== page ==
People seem to have a blindspot when it comes to the creative industries, where there is an oft-repeated mantra that ‘if you are working on a game, you are already a game developer’, and the same for acting, writing, music and so on. Perhaps controversially, I think this is total bollocks.

People used to mock Sarah Palin for saying she has foreign affairs expertise because she lived in Alaska and could see Russia. My favorite joke was to say if you can see the moon, you are an astronaut. When I worked in a boatyard, there was a VERY FIRM rule, that you could not describe yourself as a boatbuilder unless you had built a boat… from scratch. So you did the keel, the ribs, the planking, everything. I worked on boats for 8 years, banged in tens of thousands of nails, did a lot of ribs, and floor joints and a huge amount of planking, but never the keel. People were very firm: I was not a boatbuilder…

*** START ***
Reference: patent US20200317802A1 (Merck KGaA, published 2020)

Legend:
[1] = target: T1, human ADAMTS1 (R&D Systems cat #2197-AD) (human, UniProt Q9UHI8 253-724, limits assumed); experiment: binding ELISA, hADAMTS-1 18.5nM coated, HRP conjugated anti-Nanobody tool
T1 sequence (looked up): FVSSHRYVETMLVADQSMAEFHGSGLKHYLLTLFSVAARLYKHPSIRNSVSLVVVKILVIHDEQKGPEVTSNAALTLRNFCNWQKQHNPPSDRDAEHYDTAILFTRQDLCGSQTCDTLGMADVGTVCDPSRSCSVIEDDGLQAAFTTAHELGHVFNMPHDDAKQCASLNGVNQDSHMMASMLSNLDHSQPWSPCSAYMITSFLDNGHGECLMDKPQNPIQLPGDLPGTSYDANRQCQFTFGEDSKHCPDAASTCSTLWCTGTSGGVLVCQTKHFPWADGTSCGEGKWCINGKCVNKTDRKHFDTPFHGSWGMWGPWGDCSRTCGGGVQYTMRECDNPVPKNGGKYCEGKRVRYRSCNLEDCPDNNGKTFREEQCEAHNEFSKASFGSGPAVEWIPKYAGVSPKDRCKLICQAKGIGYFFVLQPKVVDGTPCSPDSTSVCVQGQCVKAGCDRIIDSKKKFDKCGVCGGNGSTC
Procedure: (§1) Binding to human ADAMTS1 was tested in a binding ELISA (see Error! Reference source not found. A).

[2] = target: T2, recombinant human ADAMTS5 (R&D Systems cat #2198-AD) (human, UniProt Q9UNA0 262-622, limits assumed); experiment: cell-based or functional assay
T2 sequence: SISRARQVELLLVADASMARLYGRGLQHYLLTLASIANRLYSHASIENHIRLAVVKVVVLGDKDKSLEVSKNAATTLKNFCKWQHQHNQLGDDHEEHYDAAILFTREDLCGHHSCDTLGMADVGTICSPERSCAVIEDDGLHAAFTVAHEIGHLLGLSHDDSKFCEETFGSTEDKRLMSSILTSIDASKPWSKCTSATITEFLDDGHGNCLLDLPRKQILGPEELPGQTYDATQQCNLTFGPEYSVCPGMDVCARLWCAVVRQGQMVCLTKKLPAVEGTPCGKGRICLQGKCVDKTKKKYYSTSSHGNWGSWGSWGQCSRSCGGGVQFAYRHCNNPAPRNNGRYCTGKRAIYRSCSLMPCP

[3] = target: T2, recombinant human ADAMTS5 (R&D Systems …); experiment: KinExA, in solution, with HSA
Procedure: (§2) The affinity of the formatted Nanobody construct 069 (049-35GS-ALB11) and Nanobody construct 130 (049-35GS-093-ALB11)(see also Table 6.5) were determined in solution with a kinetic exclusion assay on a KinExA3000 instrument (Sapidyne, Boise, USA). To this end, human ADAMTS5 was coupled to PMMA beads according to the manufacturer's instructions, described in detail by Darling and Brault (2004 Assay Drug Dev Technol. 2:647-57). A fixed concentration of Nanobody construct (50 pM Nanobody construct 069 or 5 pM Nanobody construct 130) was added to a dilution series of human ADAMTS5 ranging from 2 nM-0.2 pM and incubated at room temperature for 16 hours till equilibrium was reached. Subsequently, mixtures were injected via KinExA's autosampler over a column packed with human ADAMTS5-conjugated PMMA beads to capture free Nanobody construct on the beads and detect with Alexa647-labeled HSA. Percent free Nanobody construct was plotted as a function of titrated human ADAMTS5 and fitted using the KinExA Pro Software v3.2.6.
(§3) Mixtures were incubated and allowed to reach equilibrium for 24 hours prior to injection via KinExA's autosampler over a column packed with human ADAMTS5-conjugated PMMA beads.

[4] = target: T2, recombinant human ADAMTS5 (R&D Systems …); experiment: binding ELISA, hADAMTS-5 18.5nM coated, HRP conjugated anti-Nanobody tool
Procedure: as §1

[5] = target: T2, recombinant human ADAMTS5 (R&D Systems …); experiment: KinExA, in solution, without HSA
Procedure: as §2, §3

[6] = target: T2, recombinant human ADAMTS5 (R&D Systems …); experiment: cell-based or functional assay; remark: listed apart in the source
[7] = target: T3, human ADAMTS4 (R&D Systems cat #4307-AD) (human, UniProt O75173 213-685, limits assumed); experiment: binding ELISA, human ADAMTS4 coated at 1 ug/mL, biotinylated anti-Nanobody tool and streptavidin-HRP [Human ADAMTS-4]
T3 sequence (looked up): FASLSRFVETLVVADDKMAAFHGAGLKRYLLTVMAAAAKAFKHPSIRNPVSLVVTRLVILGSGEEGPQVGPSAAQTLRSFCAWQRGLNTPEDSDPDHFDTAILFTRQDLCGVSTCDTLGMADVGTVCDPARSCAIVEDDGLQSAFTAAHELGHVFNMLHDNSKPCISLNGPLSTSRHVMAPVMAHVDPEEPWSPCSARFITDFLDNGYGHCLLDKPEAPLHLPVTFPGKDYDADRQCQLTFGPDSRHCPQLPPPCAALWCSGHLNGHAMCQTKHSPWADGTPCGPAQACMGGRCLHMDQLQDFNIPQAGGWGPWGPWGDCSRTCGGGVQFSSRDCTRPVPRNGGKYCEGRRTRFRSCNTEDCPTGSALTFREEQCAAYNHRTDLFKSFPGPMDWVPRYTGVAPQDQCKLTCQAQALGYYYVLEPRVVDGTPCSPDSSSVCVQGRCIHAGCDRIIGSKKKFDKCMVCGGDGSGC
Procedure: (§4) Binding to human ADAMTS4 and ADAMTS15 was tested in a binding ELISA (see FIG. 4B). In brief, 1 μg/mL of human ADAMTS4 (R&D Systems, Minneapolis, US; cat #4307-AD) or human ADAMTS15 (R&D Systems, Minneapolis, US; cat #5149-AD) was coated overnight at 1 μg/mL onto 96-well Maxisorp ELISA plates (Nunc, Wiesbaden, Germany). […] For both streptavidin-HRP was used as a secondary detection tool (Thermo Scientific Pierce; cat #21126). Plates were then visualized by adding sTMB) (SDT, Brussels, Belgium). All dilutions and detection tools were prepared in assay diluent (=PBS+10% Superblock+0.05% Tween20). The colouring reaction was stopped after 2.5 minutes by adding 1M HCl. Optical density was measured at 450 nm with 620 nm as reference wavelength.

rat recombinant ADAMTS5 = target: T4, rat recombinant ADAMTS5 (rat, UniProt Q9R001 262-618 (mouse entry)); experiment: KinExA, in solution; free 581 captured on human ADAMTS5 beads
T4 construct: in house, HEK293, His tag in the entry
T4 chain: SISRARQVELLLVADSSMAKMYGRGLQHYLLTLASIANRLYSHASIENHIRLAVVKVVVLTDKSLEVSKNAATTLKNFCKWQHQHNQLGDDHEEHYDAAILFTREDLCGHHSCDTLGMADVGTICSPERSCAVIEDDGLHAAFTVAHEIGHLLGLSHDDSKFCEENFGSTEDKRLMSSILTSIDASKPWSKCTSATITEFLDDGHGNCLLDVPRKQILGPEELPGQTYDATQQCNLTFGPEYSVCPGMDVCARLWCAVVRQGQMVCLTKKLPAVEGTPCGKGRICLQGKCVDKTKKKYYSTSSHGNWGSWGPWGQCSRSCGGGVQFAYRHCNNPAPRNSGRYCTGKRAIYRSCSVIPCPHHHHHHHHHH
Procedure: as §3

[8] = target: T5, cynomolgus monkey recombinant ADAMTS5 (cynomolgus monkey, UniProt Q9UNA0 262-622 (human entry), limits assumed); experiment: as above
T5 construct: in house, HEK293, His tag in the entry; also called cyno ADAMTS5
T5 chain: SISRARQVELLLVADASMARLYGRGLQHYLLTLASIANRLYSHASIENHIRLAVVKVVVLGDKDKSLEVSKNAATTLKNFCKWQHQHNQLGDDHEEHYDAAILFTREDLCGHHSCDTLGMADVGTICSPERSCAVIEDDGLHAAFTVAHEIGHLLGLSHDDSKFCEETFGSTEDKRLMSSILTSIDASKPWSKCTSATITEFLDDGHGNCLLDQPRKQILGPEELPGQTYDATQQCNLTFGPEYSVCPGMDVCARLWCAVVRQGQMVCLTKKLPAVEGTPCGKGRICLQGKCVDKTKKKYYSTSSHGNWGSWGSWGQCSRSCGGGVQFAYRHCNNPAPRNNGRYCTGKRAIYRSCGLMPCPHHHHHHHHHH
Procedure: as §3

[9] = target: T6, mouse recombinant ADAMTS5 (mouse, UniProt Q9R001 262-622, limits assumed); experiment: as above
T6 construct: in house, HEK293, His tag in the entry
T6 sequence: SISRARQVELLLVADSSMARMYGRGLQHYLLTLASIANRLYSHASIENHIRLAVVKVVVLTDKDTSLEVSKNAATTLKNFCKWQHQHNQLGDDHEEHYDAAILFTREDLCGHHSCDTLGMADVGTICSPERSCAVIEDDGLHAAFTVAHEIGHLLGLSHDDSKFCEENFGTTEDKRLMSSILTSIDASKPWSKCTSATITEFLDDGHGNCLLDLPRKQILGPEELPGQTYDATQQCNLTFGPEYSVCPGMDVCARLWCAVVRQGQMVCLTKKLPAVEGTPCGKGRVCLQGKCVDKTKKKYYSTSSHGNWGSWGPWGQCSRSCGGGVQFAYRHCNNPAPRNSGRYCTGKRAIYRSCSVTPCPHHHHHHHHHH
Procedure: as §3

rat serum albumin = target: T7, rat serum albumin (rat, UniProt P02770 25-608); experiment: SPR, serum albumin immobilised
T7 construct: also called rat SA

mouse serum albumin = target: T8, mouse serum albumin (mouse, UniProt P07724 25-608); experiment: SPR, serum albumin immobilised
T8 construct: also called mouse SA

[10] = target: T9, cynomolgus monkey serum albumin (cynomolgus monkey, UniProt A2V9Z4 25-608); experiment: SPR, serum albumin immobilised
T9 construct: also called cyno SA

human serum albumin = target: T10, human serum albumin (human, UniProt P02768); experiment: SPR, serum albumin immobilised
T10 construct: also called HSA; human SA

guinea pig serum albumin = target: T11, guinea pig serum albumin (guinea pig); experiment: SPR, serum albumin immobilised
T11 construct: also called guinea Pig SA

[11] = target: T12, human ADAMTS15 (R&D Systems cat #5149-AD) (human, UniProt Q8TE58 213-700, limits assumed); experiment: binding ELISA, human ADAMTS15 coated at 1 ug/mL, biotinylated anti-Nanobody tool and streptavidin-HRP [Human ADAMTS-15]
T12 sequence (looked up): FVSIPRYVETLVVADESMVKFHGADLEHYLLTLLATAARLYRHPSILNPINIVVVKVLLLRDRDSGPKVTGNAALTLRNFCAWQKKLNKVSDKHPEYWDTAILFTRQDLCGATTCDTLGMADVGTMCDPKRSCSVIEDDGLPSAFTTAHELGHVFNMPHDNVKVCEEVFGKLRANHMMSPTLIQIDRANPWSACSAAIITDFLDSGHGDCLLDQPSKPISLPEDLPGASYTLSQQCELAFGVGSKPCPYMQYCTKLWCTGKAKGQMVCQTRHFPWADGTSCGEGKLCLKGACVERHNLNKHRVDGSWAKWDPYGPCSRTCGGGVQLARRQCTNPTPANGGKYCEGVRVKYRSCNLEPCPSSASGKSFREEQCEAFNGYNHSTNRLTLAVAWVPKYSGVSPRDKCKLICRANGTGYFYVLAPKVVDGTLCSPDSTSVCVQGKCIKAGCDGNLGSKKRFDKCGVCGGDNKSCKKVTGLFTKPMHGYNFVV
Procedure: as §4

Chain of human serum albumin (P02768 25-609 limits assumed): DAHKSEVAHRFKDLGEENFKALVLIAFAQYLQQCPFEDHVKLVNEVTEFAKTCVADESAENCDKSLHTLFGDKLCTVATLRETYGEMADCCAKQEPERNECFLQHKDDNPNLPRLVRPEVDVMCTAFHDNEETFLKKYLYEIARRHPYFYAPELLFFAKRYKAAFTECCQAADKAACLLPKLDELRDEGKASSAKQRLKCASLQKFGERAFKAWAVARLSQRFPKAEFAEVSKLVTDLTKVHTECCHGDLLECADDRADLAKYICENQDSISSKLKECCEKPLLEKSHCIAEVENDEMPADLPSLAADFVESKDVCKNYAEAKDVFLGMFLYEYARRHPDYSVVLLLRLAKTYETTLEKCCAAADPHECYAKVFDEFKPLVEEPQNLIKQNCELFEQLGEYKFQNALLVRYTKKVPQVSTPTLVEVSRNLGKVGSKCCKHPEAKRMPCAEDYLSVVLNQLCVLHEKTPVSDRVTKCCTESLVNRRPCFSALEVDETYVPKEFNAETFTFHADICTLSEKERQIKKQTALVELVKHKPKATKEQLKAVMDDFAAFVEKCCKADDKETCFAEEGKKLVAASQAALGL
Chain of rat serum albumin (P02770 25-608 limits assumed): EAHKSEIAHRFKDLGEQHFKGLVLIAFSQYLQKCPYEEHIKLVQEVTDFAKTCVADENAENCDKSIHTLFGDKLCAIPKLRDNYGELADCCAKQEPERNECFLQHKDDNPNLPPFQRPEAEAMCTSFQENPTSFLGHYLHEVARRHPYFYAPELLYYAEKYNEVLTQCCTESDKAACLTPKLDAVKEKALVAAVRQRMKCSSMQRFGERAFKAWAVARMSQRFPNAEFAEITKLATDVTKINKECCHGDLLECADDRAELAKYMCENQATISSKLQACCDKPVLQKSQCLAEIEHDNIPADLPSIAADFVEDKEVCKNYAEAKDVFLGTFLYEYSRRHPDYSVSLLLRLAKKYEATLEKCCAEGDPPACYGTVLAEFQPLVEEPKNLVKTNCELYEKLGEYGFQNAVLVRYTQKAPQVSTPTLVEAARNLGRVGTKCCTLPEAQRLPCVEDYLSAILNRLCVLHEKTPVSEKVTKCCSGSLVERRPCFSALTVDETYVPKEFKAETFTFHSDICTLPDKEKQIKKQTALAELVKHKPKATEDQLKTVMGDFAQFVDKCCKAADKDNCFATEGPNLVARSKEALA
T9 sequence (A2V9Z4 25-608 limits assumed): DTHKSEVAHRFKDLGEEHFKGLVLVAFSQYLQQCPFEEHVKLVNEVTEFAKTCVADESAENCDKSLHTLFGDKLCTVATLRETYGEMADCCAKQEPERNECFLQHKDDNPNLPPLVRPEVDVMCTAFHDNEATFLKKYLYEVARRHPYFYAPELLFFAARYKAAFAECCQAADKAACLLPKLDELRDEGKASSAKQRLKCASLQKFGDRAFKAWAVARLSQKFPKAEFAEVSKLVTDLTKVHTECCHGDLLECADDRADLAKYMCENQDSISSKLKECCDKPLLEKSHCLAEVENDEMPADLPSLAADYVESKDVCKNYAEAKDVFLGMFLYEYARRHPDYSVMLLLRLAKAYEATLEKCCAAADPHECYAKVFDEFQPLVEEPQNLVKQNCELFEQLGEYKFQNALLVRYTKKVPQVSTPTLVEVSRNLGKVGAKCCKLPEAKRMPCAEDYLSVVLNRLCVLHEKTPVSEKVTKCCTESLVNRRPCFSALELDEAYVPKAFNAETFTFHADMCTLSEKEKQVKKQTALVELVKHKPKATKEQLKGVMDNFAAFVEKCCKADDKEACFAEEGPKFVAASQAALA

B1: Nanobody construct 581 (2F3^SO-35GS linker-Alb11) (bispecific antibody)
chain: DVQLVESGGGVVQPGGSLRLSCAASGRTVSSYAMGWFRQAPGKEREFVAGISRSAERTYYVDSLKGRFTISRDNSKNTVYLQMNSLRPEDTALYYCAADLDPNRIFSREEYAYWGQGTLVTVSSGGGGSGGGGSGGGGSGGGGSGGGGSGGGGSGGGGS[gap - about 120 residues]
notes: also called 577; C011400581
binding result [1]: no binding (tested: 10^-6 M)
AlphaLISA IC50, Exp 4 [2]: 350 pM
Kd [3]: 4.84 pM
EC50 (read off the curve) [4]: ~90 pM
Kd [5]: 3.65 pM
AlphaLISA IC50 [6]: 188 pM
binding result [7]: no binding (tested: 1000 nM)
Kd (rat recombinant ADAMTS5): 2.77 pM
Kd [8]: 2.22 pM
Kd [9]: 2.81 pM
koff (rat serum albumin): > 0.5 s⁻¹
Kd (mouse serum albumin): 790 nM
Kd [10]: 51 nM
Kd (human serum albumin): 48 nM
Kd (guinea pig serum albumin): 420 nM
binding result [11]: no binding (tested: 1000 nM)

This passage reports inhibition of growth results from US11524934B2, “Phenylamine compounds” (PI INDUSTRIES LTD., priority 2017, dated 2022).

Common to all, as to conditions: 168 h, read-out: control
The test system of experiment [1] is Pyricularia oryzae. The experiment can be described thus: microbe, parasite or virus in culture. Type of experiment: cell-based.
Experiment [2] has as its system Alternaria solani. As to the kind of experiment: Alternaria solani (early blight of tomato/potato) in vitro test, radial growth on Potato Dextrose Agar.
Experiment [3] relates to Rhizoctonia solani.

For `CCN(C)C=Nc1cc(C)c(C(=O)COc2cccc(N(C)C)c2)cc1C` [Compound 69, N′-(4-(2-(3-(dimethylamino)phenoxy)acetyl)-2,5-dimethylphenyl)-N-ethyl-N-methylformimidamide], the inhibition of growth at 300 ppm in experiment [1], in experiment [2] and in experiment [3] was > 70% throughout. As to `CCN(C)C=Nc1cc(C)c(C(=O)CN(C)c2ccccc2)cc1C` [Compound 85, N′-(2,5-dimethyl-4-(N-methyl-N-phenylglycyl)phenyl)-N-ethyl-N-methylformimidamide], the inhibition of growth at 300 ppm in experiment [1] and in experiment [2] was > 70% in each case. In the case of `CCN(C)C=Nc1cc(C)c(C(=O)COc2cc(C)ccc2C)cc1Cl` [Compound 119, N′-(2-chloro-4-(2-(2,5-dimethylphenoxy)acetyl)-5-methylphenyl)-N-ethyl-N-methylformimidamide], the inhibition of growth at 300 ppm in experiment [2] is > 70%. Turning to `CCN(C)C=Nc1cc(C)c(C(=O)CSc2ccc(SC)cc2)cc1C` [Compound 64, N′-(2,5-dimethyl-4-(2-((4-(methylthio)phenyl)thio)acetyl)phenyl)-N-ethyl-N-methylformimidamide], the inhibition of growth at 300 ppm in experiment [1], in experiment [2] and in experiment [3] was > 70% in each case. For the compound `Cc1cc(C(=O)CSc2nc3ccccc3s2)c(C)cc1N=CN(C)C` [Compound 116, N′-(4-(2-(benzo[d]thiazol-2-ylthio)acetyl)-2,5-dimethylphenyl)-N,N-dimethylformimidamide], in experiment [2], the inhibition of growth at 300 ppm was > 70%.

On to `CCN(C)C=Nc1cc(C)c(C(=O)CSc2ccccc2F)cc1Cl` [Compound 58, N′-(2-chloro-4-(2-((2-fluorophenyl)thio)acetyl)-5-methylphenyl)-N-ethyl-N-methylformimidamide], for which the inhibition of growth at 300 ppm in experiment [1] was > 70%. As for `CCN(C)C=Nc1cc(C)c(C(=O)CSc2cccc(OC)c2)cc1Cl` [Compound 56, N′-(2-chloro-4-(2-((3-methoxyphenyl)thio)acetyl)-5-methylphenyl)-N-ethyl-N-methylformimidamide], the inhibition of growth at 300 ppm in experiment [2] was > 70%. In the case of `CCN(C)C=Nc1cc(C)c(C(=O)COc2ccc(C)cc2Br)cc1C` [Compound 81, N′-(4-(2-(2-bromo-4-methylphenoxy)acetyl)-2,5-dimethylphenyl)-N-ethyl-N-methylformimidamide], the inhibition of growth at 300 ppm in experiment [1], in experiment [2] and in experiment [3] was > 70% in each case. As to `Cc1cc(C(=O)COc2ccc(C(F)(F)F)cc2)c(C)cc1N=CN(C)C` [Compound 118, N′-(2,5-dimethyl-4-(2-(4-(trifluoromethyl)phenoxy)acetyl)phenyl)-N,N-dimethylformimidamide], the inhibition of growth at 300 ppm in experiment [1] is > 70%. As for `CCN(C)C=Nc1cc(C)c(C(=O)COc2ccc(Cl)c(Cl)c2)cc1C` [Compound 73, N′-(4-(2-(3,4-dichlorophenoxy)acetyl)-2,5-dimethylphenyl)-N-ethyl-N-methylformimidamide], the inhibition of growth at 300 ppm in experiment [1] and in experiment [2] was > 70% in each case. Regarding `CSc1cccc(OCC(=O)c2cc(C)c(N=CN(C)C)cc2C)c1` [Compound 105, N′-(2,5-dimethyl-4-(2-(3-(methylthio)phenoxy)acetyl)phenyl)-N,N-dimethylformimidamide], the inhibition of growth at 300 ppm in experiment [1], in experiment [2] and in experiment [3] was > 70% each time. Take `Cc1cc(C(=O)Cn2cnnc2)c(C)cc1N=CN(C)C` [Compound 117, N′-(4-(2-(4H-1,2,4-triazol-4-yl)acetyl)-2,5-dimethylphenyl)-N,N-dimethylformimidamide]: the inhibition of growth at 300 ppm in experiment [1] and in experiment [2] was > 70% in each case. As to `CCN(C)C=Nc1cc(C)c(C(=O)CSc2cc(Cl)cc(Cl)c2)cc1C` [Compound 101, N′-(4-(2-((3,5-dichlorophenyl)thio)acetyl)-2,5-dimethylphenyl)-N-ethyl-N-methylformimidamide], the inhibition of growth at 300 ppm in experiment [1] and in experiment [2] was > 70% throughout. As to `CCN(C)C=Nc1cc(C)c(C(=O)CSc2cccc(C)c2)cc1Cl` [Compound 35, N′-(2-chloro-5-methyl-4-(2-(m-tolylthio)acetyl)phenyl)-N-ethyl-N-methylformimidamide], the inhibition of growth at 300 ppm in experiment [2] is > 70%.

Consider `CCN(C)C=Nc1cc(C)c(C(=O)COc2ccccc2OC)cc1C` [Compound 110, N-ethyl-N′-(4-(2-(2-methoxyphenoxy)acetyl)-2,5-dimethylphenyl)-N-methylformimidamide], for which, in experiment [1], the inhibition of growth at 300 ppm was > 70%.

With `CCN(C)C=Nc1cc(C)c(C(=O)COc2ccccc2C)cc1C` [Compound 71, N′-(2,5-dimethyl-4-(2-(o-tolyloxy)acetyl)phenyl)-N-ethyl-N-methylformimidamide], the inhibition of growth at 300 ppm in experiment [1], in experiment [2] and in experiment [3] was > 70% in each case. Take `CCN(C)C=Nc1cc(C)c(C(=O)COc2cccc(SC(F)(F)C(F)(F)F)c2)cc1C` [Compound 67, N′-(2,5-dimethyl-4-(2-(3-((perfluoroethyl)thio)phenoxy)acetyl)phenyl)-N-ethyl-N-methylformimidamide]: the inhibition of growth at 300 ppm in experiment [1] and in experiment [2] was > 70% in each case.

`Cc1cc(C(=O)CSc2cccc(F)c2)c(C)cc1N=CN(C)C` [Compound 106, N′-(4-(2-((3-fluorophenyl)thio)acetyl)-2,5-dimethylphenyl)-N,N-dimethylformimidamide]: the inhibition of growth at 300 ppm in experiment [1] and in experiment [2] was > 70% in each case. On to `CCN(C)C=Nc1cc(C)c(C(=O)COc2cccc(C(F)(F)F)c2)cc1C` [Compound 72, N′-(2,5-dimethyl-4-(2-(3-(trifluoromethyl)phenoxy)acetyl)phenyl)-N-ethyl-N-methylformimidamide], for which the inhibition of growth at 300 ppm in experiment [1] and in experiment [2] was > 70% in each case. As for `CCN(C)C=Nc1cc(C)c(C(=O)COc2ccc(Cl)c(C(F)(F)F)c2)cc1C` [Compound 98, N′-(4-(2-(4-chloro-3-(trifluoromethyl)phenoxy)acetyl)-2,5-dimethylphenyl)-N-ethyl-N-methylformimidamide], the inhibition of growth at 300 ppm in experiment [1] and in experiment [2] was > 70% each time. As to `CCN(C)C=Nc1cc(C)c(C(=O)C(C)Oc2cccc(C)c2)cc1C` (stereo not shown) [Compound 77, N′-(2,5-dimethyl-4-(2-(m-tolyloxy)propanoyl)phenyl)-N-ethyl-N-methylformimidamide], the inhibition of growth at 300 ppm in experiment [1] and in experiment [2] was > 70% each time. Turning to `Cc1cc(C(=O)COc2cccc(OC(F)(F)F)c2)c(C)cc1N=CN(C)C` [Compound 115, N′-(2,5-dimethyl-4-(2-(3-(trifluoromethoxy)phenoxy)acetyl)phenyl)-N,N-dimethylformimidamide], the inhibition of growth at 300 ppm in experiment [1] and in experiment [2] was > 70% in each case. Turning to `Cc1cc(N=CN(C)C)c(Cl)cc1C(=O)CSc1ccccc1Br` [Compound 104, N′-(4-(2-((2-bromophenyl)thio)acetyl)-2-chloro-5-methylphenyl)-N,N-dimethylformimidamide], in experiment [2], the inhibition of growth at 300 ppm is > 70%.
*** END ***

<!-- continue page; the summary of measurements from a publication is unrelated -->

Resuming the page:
And thats fine. Because frankly, I wasn’t. I can tell you a few tricks about banging in nails accurately, and how to drill holes in thin wood without splitting the timber, but my experience is limited, and my hot takes on how to build a boat should not be public. Be aware that I have 8 years experience in that industry, but I still know I am not vaguely qualified to give general advice on it.

Back in Sarah Palin’s era, she was rightly mocked for pretending to have worthy experience when she had none, but these days, having absolutely fuck-all experience and data regarding a topic is becoming a badge of honor. In the US, President Trump literally claimed to ‘love the poorly educated’. He knew absolutely nothing about what covid was, or why climate change was a threat, and much, much more worryingly, he expressed zero interest in learning from experts on either topic. Despite this he expressed insane ideas on national TV about solutions, with actual experts stood to the side looking on in horror.